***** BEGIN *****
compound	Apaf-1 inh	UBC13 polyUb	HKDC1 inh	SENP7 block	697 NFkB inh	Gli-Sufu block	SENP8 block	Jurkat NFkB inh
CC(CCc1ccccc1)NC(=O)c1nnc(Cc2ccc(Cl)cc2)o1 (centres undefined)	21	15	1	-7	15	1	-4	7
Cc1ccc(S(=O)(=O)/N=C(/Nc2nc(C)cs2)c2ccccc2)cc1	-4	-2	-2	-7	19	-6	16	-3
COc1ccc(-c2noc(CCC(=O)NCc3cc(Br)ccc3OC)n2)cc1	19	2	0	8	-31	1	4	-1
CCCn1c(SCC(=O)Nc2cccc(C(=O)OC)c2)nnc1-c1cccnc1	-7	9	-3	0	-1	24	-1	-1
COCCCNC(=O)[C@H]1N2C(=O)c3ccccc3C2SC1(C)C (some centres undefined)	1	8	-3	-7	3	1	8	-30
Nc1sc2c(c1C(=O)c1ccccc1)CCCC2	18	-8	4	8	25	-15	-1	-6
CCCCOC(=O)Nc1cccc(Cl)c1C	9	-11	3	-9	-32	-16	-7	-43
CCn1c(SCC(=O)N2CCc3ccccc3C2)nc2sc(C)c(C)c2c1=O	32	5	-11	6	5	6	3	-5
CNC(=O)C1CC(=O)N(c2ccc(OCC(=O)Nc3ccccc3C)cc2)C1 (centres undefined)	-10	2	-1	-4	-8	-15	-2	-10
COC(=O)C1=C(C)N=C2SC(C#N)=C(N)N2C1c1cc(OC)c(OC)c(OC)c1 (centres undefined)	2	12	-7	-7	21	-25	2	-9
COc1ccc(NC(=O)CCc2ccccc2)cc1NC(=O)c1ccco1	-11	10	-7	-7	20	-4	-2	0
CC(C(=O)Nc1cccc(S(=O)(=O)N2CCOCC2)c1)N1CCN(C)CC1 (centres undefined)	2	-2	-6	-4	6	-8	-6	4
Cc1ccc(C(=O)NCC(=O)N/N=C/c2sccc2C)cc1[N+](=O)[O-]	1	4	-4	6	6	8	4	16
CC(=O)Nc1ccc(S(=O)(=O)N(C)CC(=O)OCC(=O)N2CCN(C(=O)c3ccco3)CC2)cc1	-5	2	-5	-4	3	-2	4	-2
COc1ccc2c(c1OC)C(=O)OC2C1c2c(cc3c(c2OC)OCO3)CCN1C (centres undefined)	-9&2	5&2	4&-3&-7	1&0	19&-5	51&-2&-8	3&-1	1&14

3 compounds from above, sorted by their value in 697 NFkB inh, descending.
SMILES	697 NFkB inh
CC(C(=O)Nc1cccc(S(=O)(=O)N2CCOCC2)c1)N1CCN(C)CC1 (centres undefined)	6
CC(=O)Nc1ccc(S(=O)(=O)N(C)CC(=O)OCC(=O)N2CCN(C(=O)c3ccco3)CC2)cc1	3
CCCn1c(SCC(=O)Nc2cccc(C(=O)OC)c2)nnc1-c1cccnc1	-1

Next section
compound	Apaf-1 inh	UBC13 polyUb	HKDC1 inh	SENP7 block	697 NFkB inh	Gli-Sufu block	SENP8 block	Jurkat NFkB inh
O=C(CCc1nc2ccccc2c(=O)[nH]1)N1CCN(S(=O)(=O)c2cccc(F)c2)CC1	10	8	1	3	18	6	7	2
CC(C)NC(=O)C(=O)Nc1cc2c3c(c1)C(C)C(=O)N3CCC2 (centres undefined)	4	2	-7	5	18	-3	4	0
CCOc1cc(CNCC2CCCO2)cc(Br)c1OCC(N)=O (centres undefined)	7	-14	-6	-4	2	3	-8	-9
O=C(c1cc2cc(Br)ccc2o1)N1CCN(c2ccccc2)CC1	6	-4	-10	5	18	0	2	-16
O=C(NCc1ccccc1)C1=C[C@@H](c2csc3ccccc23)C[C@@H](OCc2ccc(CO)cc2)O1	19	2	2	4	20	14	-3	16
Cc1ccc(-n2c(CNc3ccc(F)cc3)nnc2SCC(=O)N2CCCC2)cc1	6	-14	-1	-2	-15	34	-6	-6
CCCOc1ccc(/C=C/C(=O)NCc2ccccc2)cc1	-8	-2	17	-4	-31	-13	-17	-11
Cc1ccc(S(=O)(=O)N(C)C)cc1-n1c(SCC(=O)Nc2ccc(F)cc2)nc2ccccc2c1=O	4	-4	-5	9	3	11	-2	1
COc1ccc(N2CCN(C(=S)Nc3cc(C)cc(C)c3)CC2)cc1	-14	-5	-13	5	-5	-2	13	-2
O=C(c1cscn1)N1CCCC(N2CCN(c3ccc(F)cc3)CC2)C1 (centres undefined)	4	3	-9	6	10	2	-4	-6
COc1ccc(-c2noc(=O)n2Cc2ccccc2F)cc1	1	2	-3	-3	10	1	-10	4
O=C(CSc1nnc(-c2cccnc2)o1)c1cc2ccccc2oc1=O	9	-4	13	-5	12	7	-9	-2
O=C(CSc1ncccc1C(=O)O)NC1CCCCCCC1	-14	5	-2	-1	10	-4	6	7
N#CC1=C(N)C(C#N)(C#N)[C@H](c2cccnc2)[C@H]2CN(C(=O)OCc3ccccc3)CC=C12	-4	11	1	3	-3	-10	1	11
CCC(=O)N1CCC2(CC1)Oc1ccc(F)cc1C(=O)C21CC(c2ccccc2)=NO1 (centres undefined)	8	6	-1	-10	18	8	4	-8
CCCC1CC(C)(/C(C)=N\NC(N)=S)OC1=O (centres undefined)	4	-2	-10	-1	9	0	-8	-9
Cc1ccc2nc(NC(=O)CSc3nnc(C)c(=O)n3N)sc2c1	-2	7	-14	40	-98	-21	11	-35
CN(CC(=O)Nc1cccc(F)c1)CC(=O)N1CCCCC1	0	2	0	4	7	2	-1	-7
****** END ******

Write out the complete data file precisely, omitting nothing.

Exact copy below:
compound	Apaf-1 inh	UBC13 polyUb	HKDC1 inh	SENP7 block	697 NFkB inh	Gli-Sufu block	SENP8 block	Jurkat NFkB inh
CC(CCc1ccccc1)NC(=O)c1nnc(Cc2ccc(Cl)cc2)o1 (centres undefined)	21	15	1	-7	15	1	-4	7
Cc1ccc(S(=O)(=O)/N=C(/Nc2nc(C)cs2)c2ccccc2)cc1	-4	-2	-2	-7	19	-6	16	-3
COc1ccc(-c2noc(CCC(=O)NCc3cc(Br)ccc3OC)n2)cc1	19	2	0	8	-31	1	4	-1
CCCn1c(SCC(=O)Nc2cccc(C(=O)OC)c2)nnc1-c1cccnc1	-7	9	-3	0	-1	24	-1	-1
COCCCNC(=O)[C@H]1N2C(=O)c3ccccc3C2SC1(C)C (some centres undefined)	1	8	-3	-7	3	1	8	-30
Nc1sc2c(c1C(=O)c1ccccc1)CCCC2	18	-8	4	8	25	-15	-1	-6
CCCCOC(=O)Nc1cccc(Cl)c1C	9	-11	3	-9	-32	-16	-7	-43
CCn1c(SCC(=O)N2CCc3ccccc3C2)nc2sc(C)c(C)c2c1=O	32	5	-11	6	5	6	3	-5
CNC(=O)C1CC(=O)N(c2ccc(OCC(=O)Nc3ccccc3C)cc2)C1 (centres undefined)	-10	2	-1	-4	-8	-15	-2	-10
COC(=O)C1=C(C)N=C2SC(C#N)=C(N)N2C1c1cc(OC)c(OC)c(OC)c1 (centres undefined)	2	12	-7	-7	21	-25	2	-9
COc1ccc(NC(=O)CCc2ccccc2)cc1NC(=O)c1ccco1	-11	10	-7	-7	20	-4	-2	0
CC(C(=O)Nc1cccc(S(=O)(=O)N2CCOCC2)c1)N1CCN(C)CC1 (centres undefined)	2	-2	-6	-4	6	-8	-6	4
Cc1ccc(C(=O)NCC(=O)N/N=C/c2sccc2C)cc1[N+](=O)[O-]	1	4	-4	6	6	8	4	16
CC(=O)Nc1ccc(S(=O)(=O)N(C)CC(=O)OCC(=O)N2CCN(C(=O)c3ccco3)CC2)cc1	-5	2	-5	-4	3	-2	4	-2
COc1ccc2c(c1OC)C(=O)OC2C1c2c(cc3c(c2OC)OCO3)CCN1C (centres undefined)	-9&2	5&2	4&-3&-7	1&0	19&-5	51&-2&-8	3&-1	1&14

3 compounds from above, sorted by their value in 697 NFkB inh, descending.
SMILES	697 NFkB inh
CC(C(=O)Nc1cccc(S(=O)(=O)N2CCOCC2)c1)N1CCN(C)CC1 (centres undefined)	6
CC(=O)Nc1ccc(S(=O)(=O)N(C)CC(=O)OCC(=O)N2CCN(C(=O)c3ccco3)CC2)cc1	3
CCCn1c(SCC(=O)Nc2cccc(C(=O)OC)c2)nnc1-c1cccnc1	-1

Next section
compound	Apaf-1 inh	UBC13 polyUb	HKDC1 inh	SENP7 block	697 NFkB inh	Gli-Sufu block	SENP8 block	Jurkat NFkB inh
O=C(CCc1nc2ccccc2c(=O)[nH]1)N1CCN(S(=O)(=O)c2cccc(F)c2)CC1	10	8	1	3	18	6	7	2
CC(C)NC(=O)C(=O)Nc1cc2c3c(c1)C(C)C(=O)N3CCC2 (centres undefined)	4	2	-7	5	18	-3	4	0
CCOc1cc(CNCC2CCCO2)cc(Br)c1OCC(N)=O (centres undefined)	7	-14	-6	-4	2	3	-8	-9
O=C(c1cc2cc(Br)ccc2o1)N1CCN(c2ccccc2)CC1	6	-4	-10	5	18	0	2	-16
O=C(NCc1ccccc1)C1=C[C@@H](c2csc3ccccc23)C[C@@H](OCc2ccc(CO)cc2)O1	19	2	2	4	20	14	-3	16
Cc1ccc(-n2c(CNc3ccc(F)cc3)nnc2SCC(=O)N2CCCC2)cc1	6	-14	-1	-2	-15	34	-6	-6
CCCOc1ccc(/C=C/C(=O)NCc2ccccc2)cc1	-8	-2	17	-4	-31	-13	-17	-11
Cc1ccc(S(=O)(=O)N(C)C)cc1-n1c(SCC(=O)Nc2ccc(F)cc2)nc2ccccc2c1=O	4	-4	-5	9	3	11	-2	1
COc1ccc(N2CCN(C(=S)Nc3cc(C)cc(C)c3)CC2)cc1	-14	-5	-13	5	-5	-2	13	-2
O=C(c1cscn1)N1CCCC(N2CCN(c3ccc(F)cc3)CC2)C1 (centres undefined)	4	3	-9	6	10	2	-4	-6
COc1ccc(-c2noc(=O)n2Cc2ccccc2F)cc1	1	2	-3	-3	10	1	-10	4
O=C(CSc1nnc(-c2cccnc2)o1)c1cc2ccccc2oc1=O	9	-4	13	-5	12	7	-9	-2
O=C(CSc1ncccc1C(=O)O)NC1CCCCCCC1	-14	5	-2	-1	10	-4	6	7
N#CC1=C(N)C(C#N)(C#N)[C@H](c2cccnc2)[C@H]2CN(C(=O)OCc3ccccc3)CC=C12	-4	11	1	3	-3	-10	1	11
CCC(=O)N1CCC2(CC1)Oc1ccc(F)cc1C(=O)C21CC(c2ccccc2)=NO1 (centres undefined)	8	6	-1	-10	18	8	4	-8
CCCC1CC(C)(/C(C)=N\NC(N)=S)OC1=O (centres undefined)	4	-2	-10	-1	9	0	-8	-9
Cc1ccc2nc(NC(=O)CSc3nnc(C)c(=O)n3N)sc2c1	-2	7	-14	40	-98	-21	11	-35
CN(CC(=O)Nc1cccc(F)c1)CC(=O)N1CCCCC1	0	2	0	4	7	2	-1	-7